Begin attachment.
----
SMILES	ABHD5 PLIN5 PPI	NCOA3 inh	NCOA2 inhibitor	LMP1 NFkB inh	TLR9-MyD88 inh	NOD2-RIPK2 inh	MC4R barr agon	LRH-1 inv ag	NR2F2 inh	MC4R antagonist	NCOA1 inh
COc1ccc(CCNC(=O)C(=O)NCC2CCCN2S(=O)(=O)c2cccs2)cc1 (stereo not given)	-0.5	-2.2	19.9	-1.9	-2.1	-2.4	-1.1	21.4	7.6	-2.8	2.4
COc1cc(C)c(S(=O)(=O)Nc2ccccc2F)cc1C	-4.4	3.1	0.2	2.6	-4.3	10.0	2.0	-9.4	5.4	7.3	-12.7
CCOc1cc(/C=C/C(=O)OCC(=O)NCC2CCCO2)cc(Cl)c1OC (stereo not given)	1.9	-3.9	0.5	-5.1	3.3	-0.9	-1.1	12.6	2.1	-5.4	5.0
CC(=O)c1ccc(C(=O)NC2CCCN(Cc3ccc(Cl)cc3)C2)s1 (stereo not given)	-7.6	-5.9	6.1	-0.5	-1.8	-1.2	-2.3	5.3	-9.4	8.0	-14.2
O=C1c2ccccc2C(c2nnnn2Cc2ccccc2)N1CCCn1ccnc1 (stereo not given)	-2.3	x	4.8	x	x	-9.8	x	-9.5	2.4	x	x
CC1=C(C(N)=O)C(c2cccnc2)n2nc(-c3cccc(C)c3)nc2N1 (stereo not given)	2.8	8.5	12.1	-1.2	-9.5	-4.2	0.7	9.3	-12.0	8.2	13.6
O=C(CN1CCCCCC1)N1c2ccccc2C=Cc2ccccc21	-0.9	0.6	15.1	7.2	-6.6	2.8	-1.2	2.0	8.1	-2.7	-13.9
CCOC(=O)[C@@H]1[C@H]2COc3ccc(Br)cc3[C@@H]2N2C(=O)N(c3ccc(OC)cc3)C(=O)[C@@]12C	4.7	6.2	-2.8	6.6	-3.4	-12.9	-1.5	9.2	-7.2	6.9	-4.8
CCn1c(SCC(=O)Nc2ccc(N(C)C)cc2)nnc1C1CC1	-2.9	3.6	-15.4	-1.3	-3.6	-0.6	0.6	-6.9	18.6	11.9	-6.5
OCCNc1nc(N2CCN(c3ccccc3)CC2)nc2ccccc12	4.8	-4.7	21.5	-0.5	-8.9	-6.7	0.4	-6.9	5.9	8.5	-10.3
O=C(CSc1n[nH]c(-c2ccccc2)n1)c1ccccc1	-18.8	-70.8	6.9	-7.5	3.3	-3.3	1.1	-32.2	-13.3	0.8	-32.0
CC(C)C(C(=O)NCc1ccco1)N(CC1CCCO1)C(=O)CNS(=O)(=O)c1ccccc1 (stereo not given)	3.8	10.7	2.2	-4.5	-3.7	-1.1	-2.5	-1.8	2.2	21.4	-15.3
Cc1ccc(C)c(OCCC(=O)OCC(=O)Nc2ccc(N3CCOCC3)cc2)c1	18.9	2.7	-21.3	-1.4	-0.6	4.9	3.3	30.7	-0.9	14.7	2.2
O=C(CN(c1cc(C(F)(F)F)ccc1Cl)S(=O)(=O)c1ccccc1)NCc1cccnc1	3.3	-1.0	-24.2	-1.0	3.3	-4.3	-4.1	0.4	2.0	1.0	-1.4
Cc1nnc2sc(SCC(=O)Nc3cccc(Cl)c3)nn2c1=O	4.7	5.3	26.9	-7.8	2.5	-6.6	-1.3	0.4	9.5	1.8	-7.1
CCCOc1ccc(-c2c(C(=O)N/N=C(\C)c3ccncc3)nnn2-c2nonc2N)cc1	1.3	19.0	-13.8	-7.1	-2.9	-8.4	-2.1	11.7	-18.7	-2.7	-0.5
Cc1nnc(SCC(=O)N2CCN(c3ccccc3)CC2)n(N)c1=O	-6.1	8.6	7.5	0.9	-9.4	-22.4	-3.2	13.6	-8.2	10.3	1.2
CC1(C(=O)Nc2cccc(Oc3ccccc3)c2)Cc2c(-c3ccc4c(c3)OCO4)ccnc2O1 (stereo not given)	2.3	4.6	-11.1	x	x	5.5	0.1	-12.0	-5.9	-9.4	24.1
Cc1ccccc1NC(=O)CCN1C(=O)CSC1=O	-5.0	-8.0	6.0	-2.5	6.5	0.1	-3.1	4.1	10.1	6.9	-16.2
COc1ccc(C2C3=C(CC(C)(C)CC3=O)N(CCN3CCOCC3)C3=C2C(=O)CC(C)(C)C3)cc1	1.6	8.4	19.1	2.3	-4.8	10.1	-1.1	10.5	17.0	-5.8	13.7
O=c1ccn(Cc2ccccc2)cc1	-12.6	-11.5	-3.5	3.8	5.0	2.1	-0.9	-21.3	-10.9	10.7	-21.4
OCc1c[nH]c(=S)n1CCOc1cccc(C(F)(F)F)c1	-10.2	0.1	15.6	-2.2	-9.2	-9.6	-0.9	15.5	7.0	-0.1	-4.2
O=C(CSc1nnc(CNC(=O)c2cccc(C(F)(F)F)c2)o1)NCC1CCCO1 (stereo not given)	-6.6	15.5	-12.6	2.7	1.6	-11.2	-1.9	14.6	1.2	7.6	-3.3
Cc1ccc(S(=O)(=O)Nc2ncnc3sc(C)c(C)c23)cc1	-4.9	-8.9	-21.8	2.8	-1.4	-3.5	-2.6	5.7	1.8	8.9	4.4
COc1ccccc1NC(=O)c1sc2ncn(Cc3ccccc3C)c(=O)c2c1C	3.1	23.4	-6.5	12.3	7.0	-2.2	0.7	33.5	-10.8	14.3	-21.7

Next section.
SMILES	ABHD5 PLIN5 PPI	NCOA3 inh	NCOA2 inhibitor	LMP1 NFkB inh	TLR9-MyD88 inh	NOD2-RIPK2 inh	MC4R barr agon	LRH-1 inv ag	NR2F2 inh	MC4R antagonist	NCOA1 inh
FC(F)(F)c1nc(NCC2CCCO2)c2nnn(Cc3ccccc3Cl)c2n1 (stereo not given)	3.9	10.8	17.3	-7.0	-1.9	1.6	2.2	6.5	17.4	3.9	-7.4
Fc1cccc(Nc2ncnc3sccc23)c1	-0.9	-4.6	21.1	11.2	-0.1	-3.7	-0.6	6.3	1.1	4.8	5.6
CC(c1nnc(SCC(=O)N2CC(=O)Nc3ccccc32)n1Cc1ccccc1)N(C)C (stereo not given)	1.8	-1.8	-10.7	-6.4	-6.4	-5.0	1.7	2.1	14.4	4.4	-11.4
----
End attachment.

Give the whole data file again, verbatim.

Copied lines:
SMILES	ABHD5 PLIN5 PPI	NCOA3 inh	NCOA2 inhibitor	LMP1 NFkB inh	TLR9-MyD88 inh	NOD2-RIPK2 inh	MC4R barr agon	LRH-1 inv ag	NR2F2 inh	MC4R antagonist	NCOA1 inh
COc1ccc(CCNC(=O)C(=O)NCC2CCCN2S(=O)(=O)c2cccs2)cc1 (stereo not given)	-0.5	-2.2	19.9	-1.9	-2.1	-2.4	-1.1	21.4	7.6	-2.8	2.4
COc1cc(C)c(S(=O)(=O)Nc2ccccc2F)cc1C	-4.4	3.1	0.2	2.6	-4.3	10.0	2.0	-9.4	5.4	7.3	-12.7
CCOc1cc(/C=C/C(=O)OCC(=O)NCC2CCCO2)cc(Cl)c1OC (stereo not given)	1.9	-3.9	0.5	-5.1	3.3	-0.9	-1.1	12.6	2.1	-5.4	5.0
CC(=O)c1ccc(C(=O)NC2CCCN(Cc3ccc(Cl)cc3)C2)s1 (stereo not given)	-7.6	-5.9	6.1	-0.5	-1.8	-1.2	-2.3	5.3	-9.4	8.0	-14.2
O=C1c2ccccc2C(c2nnnn2Cc2ccccc2)N1CCCn1ccnc1 (stereo not given)	-2.3	x	4.8	x	x	-9.8	x	-9.5	2.4	x	x
CC1=C(C(N)=O)C(c2cccnc2)n2nc(-c3cccc(C)c3)nc2N1 (stereo not given)	2.8	8.5	12.1	-1.2	-9.5	-4.2	0.7	9.3	-12.0	8.2	13.6
O=C(CN1CCCCCC1)N1c2ccccc2C=Cc2ccccc21	-0.9	0.6	15.1	7.2	-6.6	2.8	-1.2	2.0	8.1	-2.7	-13.9
CCOC(=O)[C@@H]1[C@H]2COc3ccc(Br)cc3[C@@H]2N2C(=O)N(c3ccc(OC)cc3)C(=O)[C@@]12C	4.7	6.2	-2.8	6.6	-3.4	-12.9	-1.5	9.2	-7.2	6.9	-4.8
CCn1c(SCC(=O)Nc2ccc(N(C)C)cc2)nnc1C1CC1	-2.9	3.6	-15.4	-1.3	-3.6	-0.6	0.6	-6.9	18.6	11.9	-6.5
OCCNc1nc(N2CCN(c3ccccc3)CC2)nc2ccccc12	4.8	-4.7	21.5	-0.5	-8.9	-6.7	0.4	-6.9	5.9	8.5	-10.3
O=C(CSc1n[nH]c(-c2ccccc2)n1)c1ccccc1	-18.8	-70.8	6.9	-7.5	3.3	-3.3	1.1	-32.2	-13.3	0.8	-32.0
CC(C)C(C(=O)NCc1ccco1)N(CC1CCCO1)C(=O)CNS(=O)(=O)c1ccccc1 (stereo not given)	3.8	10.7	2.2	-4.5	-3.7	-1.1	-2.5	-1.8	2.2	21.4	-15.3
Cc1ccc(C)c(OCCC(=O)OCC(=O)Nc2ccc(N3CCOCC3)cc2)c1	18.9	2.7	-21.3	-1.4	-0.6	4.9	3.3	30.7	-0.9	14.7	2.2
O=C(CN(c1cc(C(F)(F)F)ccc1Cl)S(=O)(=O)c1ccccc1)NCc1cccnc1	3.3	-1.0	-24.2	-1.0	3.3	-4.3	-4.1	0.4	2.0	1.0	-1.4
Cc1nnc2sc(SCC(=O)Nc3cccc(Cl)c3)nn2c1=O	4.7	5.3	26.9	-7.8	2.5	-6.6	-1.3	0.4	9.5	1.8	-7.1
CCCOc1ccc(-c2c(C(=O)N/N=C(\C)c3ccncc3)nnn2-c2nonc2N)cc1	1.3	19.0	-13.8	-7.1	-2.9	-8.4	-2.1	11.7	-18.7	-2.7	-0.5
Cc1nnc(SCC(=O)N2CCN(c3ccccc3)CC2)n(N)c1=O	-6.1	8.6	7.5	0.9	-9.4	-22.4	-3.2	13.6	-8.2	10.3	1.2
CC1(C(=O)Nc2cccc(Oc3ccccc3)c2)Cc2c(-c3ccc4c(c3)OCO4)ccnc2O1 (stereo not given)	2.3	4.6	-11.1	x	x	5.5	0.1	-12.0	-5.9	-9.4	24.1
Cc1ccccc1NC(=O)CCN1C(=O)CSC1=O	-5.0	-8.0	6.0	-2.5	6.5	0.1	-3.1	4.1	10.1	6.9	-16.2
COc1ccc(C2C3=C(CC(C)(C)CC3=O)N(CCN3CCOCC3)C3=C2C(=O)CC(C)(C)C3)cc1	1.6	8.4	19.1	2.3	-4.8	10.1	-1.1	10.5	17.0	-5.8	13.7
O=c1ccn(Cc2ccccc2)cc1	-12.6	-11.5	-3.5	3.8	5.0	2.1	-0.9	-21.3	-10.9	10.7	-21.4
OCc1c[nH]c(=S)n1CCOc1cccc(C(F)(F)F)c1	-10.2	0.1	15.6	-2.2	-9.2	-9.6	-0.9	15.5	7.0	-0.1	-4.2
O=C(CSc1nnc(CNC(=O)c2cccc(C(F)(F)F)c2)o1)NCC1CCCO1 (stereo not given)	-6.6	15.5	-12.6	2.7	1.6	-11.2	-1.9	14.6	1.2	7.6	-3.3
Cc1ccc(S(=O)(=O)Nc2ncnc3sc(C)c(C)c23)cc1	-4.9	-8.9	-21.8	2.8	-1.4	-3.5	-2.6	5.7	1.8	8.9	4.4
COc1ccccc1NC(=O)c1sc2ncn(Cc3ccccc3C)c(=O)c2c1C	3.1	23.4	-6.5	12.3	7.0	-2.2	0.7	33.5	-10.8	14.3	-21.7

Next section.
SMILES	ABHD5 PLIN5 PPI	NCOA3 inh	NCOA2 inhibitor	LMP1 NFkB inh	TLR9-MyD88 inh	NOD2-RIPK2 inh	MC4R barr agon	LRH-1 inv ag	NR2F2 inh	MC4R antagonist	NCOA1 inh
FC(F)(F)c1nc(NCC2CCCO2)c2nnn(Cc3ccccc3Cl)c2n1 (stereo not given)	3.9	10.8	17.3	-7.0	-1.9	1.6	2.2	6.5	17.4	3.9	-7.4
Fc1cccc(Nc2ncnc3sccc23)c1	-0.9	-4.6	21.1	11.2	-0.1	-3.7	-0.6	6.3	1.1	4.8	5.6
CC(c1nnc(SCC(=O)N2CC(=O)Nc3ccccc32)n1Cc1ccccc1)N(C)C (stereo not given)	1.8	-1.8	-10.7	-6.4	-6.4	-5.0	1.7	2.1	14.4	4.4	-11.4